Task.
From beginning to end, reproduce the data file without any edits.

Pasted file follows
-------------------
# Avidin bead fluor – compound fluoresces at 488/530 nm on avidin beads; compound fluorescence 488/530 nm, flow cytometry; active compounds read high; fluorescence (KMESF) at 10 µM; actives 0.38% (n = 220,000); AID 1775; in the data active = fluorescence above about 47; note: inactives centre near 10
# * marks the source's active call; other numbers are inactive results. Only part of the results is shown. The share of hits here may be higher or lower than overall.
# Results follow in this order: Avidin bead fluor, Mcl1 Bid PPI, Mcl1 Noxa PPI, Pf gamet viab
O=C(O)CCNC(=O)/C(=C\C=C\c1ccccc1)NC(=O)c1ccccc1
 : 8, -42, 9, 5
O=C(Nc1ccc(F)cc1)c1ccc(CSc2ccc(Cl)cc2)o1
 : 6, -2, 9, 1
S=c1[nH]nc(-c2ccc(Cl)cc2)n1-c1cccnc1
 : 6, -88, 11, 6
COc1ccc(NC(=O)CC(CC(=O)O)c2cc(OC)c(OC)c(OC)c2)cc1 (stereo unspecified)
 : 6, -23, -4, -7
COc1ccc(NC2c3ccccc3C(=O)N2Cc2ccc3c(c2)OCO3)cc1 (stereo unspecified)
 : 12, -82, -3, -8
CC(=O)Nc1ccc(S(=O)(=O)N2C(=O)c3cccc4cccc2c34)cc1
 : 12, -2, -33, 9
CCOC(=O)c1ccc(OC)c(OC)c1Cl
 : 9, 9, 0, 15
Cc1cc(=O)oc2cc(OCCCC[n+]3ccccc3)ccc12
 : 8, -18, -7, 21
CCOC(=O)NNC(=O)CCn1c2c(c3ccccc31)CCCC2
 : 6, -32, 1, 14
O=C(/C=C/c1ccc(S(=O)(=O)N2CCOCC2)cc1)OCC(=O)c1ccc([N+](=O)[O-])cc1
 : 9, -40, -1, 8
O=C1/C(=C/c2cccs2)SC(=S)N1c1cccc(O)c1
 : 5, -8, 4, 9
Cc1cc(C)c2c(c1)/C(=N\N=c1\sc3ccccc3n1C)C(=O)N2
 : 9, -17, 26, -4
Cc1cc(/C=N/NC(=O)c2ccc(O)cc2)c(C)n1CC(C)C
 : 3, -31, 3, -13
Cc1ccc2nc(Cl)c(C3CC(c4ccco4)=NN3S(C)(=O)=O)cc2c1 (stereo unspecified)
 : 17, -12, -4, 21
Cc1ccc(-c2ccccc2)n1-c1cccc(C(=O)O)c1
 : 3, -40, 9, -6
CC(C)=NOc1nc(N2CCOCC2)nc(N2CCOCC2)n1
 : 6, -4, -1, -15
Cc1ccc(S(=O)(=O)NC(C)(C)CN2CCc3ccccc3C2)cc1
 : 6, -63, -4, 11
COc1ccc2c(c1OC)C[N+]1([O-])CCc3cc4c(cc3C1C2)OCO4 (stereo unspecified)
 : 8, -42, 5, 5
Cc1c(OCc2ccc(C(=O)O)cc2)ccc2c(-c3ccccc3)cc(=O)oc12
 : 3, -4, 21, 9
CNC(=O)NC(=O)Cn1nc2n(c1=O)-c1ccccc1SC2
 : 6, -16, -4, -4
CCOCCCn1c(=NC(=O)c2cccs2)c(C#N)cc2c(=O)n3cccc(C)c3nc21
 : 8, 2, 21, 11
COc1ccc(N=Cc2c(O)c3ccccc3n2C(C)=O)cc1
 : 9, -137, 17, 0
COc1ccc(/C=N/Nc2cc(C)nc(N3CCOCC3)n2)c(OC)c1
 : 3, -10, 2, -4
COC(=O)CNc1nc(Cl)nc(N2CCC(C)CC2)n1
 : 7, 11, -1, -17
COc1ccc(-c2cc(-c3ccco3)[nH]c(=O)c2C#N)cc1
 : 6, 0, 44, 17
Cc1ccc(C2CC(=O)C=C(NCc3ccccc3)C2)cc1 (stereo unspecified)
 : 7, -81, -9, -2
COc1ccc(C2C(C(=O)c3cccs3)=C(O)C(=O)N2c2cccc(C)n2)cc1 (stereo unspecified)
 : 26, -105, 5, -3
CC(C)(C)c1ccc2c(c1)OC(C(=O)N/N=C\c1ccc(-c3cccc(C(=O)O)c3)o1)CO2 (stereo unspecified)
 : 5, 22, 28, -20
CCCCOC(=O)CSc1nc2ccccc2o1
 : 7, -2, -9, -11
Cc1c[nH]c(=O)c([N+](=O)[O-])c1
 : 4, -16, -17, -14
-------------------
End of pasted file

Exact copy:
# Avidin bead fluor – compound fluoresces at 488/530 nm on avidin beads; compound fluorescence 488/530 nm, flow cytometry; active compounds read high; fluorescence (KMESF) at 10 µM; actives 0.38% (n = 220,000); AID 1775; in the data active = fluorescence above about 47; note: inactives centre near 10
# * marks the source's active call; other numbers are inactive results. Only part of the results is shown. The share of hits here may be higher or lower than overall.
# Results follow in this order: Avidin bead fluor, Mcl1 Bid PPI, Mcl1 Noxa PPI, Pf gamet viab
O=C(O)CCNC(=O)/C(=C\C=C\c1ccccc1)NC(=O)c1ccccc1
 : 8, -42, 9, 5
O=C(Nc1ccc(F)cc1)c1ccc(CSc2ccc(Cl)cc2)o1
 : 6, -2, 9, 1
S=c1[nH]nc(-c2ccc(Cl)cc2)n1-c1cccnc1
 : 6, -88, 11, 6
COc1ccc(NC(=O)CC(CC(=O)O)c2cc(OC)c(OC)c(OC)c2)cc1 (stereo unspecified)
 : 6, -23, -4, -7
COc1ccc(NC2c3ccccc3C(=O)N2Cc2ccc3c(c2)OCO3)cc1 (stereo unspecified)
 : 12, -82, -3, -8
CC(=O)Nc1ccc(S(=O)(=O)N2C(=O)c3cccc4cccc2c34)cc1
 : 12, -2, -33, 9
CCOC(=O)c1ccc(OC)c(OC)c1Cl
 : 9, 9, 0, 15
Cc1cc(=O)oc2cc(OCCCC[n+]3ccccc3)ccc12
 : 8, -18, -7, 21
CCOC(=O)NNC(=O)CCn1c2c(c3ccccc31)CCCC2
 : 6, -32, 1, 14
O=C(/C=C/c1ccc(S(=O)(=O)N2CCOCC2)cc1)OCC(=O)c1ccc([N+](=O)[O-])cc1
 : 9, -40, -1, 8
O=C1/C(=C/c2cccs2)SC(=S)N1c1cccc(O)c1
 : 5, -8, 4, 9
Cc1cc(C)c2c(c1)/C(=N\N=c1\sc3ccccc3n1C)C(=O)N2
 : 9, -17, 26, -4
Cc1cc(/C=N/NC(=O)c2ccc(O)cc2)c(C)n1CC(C)C
 : 3, -31, 3, -13
Cc1ccc2nc(Cl)c(C3CC(c4ccco4)=NN3S(C)(=O)=O)cc2c1 (stereo unspecified)
 : 17, -12, -4, 21
Cc1ccc(-c2ccccc2)n1-c1cccc(C(=O)O)c1
 : 3, -40, 9, -6
CC(C)=NOc1nc(N2CCOCC2)nc(N2CCOCC2)n1
 : 6, -4, -1, -15
Cc1ccc(S(=O)(=O)NC(C)(C)CN2CCc3ccccc3C2)cc1
 : 6, -63, -4, 11
COc1ccc2c(c1OC)C[N+]1([O-])CCc3cc4c(cc3C1C2)OCO4 (stereo unspecified)
 : 8, -42, 5, 5
Cc1c(OCc2ccc(C(=O)O)cc2)ccc2c(-c3ccccc3)cc(=O)oc12
 : 3, -4, 21, 9
CNC(=O)NC(=O)Cn1nc2n(c1=O)-c1ccccc1SC2
 : 6, -16, -4, -4
CCOCCCn1c(=NC(=O)c2cccs2)c(C#N)cc2c(=O)n3cccc(C)c3nc21
 : 8, 2, 21, 11
COc1ccc(N=Cc2c(O)c3ccccc3n2C(C)=O)cc1
 : 9, -137, 17, 0
COc1ccc(/C=N/Nc2cc(C)nc(N3CCOCC3)n2)c(OC)c1
 : 3, -10, 2, -4
COC(=O)CNc1nc(Cl)nc(N2CCC(C)CC2)n1
 : 7, 11, -1, -17
COc1ccc(-c2cc(-c3ccco3)[nH]c(=O)c2C#N)cc1
 : 6, 0, 44, 17
Cc1ccc(C2CC(=O)C=C(NCc3ccccc3)C2)cc1 (stereo unspecified)
 : 7, -81, -9, -2
COc1ccc(C2C(C(=O)c3cccs3)=C(O)C(=O)N2c2cccc(C)n2)cc1 (stereo unspecified)
 : 26, -105, 5, -3
CC(C)(C)c1ccc2c(c1)OC(C(=O)N/N=C\c1ccc(-c3cccc(C(=O)O)c3)o1)CO2 (stereo unspecified)
 : 5, 22, 28, -20
CCCCOC(=O)CSc1nc2ccccc2o1
 : 7, -2, -9, -11
Cc1c[nH]c(=O)c([N+](=O)[O-])c1
 : 4, -16, -17, -14